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Just as i thought Val Mcdermid couldnt get any better... she has!
Fever of the bone is a gripping psychological thriller that will leave u wanting more from the brilliant mindset of the genius author Val McDermid. It is part of her Tony Hill series of Novels which follow psychological profilers (Tony Hill), life, at and out of work, and focuses on a very complicated relationship between him and his long term friend and colleague, DCI Carol Jordan.
As always, McDermid has more than one story line happening at the same time. In this novel there is a story of a cold case in which new evidence is discovered to potentially prosecute a man who allegedly murdered his wife and children, as well as a current case of a murderer who lures his teenage victims via a social networking site, as well as Dr Tony Hill and DCI Carols Jordan's search for information on Tony's father, which leads Tony into a deeper personal search about his own identity.
The way in which each of the separate stories unfold, is just genius and i seriously could not put this book down as soon as I read the first page. If you're looking for a truly brilliant psychological crime thriller, written by a mastermind who has written many alike this one, then Val McDermid's Fever of the bone has to be the book for you.
The big draw to this series for me is the characters. Dr Tony Hill is the endearingly wacky consultant profiler to Carol Jordan, head of the Major Incident Team, who investigate both old and current cases. Both of these characters are great for different reasons, here we see the best of bumbling Tony, with some great comic scenes involving him and Carol being her typical hard headed self. As always, the plot of the actual investigation- a series of murders of teenage kids who are preyed upon via internet social networking sites, plays second fiddle to the private lives of the two main characters.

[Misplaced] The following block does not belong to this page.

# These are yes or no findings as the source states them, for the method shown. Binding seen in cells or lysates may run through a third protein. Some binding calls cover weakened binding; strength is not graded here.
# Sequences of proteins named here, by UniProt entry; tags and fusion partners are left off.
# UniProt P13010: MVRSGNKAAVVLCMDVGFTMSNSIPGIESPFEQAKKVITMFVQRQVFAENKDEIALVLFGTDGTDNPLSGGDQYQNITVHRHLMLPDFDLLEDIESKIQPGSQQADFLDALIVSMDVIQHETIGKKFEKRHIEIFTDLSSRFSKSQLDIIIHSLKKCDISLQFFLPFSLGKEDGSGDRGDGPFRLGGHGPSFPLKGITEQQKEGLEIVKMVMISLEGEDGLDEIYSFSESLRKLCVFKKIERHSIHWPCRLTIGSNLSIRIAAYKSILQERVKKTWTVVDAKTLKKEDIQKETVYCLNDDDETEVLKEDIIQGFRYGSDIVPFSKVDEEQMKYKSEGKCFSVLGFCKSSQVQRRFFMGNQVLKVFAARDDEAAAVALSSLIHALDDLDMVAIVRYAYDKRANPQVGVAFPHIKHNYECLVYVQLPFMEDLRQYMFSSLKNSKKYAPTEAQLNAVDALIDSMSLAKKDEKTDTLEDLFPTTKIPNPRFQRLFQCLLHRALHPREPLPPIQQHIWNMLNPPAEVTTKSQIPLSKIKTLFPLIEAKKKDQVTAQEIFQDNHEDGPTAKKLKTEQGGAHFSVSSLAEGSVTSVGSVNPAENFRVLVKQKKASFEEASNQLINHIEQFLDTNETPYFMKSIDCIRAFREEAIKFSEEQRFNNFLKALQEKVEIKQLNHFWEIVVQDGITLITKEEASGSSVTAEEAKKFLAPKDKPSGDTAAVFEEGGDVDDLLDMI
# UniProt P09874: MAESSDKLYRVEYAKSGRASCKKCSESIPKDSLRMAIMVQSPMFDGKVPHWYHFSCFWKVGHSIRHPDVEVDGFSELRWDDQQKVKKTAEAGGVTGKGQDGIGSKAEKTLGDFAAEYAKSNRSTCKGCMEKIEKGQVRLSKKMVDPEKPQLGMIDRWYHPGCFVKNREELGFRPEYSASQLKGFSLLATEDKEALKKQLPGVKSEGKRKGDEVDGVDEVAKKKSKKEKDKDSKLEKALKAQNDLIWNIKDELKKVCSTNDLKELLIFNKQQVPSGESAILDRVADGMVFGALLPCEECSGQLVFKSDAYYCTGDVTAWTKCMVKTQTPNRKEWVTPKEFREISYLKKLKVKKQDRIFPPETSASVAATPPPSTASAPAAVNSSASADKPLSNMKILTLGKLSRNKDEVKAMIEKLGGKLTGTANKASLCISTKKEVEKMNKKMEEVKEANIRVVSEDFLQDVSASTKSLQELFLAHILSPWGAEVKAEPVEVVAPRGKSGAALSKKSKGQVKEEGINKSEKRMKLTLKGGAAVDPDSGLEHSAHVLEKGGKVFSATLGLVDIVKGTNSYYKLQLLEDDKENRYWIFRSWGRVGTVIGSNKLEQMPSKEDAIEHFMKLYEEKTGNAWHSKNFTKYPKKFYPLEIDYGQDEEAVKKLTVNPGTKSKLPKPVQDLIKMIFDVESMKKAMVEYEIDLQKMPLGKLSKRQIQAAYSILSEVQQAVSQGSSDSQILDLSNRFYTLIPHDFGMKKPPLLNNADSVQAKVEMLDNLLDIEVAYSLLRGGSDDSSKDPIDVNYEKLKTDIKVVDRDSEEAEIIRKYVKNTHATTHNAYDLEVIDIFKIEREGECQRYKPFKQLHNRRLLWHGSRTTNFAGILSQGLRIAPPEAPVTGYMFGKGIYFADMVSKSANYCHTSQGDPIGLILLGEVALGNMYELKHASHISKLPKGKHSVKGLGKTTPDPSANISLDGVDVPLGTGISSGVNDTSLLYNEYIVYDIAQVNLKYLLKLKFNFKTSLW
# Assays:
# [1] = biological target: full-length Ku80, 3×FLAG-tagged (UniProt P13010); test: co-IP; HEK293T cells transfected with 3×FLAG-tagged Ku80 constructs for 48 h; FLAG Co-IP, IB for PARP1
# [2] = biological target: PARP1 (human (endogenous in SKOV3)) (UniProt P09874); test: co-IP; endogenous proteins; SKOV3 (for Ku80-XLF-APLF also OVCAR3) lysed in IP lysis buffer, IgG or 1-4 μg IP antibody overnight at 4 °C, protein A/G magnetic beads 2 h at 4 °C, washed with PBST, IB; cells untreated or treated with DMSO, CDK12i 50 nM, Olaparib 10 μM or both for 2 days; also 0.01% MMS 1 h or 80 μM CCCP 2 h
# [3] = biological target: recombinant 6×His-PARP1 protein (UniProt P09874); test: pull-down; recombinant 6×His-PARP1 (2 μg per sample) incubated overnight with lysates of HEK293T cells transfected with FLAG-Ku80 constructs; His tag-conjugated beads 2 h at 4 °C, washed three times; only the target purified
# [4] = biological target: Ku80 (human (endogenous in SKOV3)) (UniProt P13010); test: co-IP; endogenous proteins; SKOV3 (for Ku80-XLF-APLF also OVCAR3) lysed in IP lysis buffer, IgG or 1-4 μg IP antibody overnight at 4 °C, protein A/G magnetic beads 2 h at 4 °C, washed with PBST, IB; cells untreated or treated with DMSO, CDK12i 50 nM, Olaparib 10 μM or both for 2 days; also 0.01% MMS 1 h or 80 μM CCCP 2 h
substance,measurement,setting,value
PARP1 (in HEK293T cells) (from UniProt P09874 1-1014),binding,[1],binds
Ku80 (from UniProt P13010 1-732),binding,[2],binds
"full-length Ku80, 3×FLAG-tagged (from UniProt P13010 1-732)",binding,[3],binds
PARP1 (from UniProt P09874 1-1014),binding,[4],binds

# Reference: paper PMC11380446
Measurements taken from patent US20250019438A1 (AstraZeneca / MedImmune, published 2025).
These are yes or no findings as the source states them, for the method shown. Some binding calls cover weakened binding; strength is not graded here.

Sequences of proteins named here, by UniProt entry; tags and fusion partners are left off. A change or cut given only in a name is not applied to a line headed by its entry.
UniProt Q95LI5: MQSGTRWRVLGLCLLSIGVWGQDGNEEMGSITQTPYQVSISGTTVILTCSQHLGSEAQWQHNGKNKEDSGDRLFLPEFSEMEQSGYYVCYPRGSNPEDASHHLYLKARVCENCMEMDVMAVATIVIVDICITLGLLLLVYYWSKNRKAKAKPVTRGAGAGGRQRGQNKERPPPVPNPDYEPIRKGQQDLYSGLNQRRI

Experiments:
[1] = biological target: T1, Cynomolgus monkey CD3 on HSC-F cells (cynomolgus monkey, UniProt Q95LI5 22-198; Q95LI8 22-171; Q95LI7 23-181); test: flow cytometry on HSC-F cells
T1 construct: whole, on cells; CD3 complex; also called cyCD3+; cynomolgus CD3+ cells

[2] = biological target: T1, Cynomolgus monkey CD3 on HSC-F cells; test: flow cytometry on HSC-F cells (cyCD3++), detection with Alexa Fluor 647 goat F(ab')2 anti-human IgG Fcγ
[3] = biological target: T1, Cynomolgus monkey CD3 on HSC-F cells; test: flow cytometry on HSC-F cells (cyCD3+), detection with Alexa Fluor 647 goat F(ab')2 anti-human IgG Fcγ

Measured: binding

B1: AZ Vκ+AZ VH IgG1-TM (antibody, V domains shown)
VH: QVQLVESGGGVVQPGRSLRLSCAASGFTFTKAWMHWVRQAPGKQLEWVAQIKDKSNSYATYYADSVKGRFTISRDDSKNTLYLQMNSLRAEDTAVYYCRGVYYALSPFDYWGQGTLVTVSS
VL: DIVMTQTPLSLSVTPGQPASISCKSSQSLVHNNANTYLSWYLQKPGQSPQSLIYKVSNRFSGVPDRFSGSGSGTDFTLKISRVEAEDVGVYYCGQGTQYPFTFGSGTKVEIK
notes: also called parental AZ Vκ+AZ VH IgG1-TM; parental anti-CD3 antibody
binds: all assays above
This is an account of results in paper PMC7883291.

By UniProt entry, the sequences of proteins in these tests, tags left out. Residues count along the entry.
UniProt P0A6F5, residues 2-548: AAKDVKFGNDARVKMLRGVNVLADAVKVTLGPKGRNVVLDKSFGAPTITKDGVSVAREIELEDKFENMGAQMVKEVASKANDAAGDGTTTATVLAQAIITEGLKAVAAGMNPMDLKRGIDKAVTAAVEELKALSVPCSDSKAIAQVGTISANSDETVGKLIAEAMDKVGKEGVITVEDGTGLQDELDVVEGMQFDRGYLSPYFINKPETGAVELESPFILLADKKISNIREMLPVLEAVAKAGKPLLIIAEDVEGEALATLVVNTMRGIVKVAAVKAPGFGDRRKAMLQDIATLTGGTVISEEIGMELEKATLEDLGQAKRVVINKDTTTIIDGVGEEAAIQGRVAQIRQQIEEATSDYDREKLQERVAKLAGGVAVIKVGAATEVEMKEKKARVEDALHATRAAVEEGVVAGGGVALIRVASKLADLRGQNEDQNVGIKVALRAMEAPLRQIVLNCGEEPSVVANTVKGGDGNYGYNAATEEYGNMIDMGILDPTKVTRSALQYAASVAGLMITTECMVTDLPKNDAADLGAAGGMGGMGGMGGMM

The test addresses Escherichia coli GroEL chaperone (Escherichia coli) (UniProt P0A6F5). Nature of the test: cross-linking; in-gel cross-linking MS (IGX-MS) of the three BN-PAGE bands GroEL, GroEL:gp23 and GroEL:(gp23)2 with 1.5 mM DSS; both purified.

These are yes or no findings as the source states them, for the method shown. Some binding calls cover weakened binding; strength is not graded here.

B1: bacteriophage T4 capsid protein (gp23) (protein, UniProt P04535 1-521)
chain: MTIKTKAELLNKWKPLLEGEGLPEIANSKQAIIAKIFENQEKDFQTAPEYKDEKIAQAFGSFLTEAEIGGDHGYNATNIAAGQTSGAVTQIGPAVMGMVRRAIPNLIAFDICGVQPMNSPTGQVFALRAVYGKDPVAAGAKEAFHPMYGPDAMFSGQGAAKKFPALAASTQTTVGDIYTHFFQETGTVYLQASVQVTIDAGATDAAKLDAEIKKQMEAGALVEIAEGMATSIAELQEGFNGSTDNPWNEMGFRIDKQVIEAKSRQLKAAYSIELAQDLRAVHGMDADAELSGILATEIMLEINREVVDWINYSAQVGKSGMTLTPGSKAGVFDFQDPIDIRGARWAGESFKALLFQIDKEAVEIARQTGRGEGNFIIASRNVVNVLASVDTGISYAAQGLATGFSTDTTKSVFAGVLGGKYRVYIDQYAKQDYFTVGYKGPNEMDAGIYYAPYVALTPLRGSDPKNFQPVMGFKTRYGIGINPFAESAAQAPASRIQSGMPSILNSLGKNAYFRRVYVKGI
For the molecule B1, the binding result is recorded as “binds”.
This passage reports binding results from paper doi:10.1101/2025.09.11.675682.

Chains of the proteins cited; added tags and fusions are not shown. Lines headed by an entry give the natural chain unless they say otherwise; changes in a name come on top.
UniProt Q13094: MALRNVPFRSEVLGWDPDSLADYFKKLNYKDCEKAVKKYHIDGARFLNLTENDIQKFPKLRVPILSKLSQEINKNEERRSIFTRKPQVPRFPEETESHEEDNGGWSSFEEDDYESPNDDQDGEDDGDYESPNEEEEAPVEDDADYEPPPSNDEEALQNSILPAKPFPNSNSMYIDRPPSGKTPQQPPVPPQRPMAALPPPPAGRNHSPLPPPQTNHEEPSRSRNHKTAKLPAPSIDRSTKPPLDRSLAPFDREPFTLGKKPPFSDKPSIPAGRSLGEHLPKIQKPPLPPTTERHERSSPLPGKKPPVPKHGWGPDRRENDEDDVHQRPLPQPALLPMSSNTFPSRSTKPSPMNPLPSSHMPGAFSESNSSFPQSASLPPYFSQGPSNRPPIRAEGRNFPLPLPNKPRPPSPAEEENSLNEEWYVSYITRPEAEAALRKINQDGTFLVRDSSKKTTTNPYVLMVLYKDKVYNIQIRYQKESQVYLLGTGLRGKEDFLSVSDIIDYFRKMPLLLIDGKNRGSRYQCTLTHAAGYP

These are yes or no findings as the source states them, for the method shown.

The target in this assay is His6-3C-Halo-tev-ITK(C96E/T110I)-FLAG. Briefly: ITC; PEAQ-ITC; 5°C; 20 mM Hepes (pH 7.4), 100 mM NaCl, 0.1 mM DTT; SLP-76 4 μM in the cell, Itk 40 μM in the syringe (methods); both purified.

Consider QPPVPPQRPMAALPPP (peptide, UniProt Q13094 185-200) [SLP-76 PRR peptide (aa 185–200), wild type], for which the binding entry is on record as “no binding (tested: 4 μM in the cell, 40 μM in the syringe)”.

In this novel, Tony explores his past with the (unwanted) help of Carol. His unknown father has passed away, leaving him a large legacy. Tony travels to his father's home in order to find out more about the man and his reason's for leaving him alone with his deranged mother, someone who has damaged Tony to the point where he can understand and empathise with the criminally deviant characters he profiles.
Unknown to Tony, Carol is also investigating the reasons for his father's disappearance from Tony's life and they edge closer together, even though they have to professionally take a step away from each other due to her new boss, who is committed to a cost cutting exercise. One of the costs to be cut is Tony, a great loss to the close knit team.
The murders themselves are an interesting little back drop to the real action, but the motives for them were very obvious from the start, even if there are a few twists along the way, they feel half hearted. Saying that, it was an interesting concept as a plot and as always, the action is very well written and involving.
A great addition to the series, it's always interesting to find out how these two characters are moving on in their fictional lives!
~ A Parent's Worst Nightmare~
When teenager Jennifer Maidment is murdered and her mutilated body is found dumped by the roadside near Worcester, West Mercia Police have little to go on and call in the support of criminal profiler, Tony Hill. Hill has time on his hands since back in Bradfield - the Sheffield/Bradford fictional location where Hill lives and usually plies his trade - his friend and lodger, policewoman Carol Jordan has been banned from using Hill's services. Hill has other personal reasons for thinking that an excuse to go to Worcester is very timely too.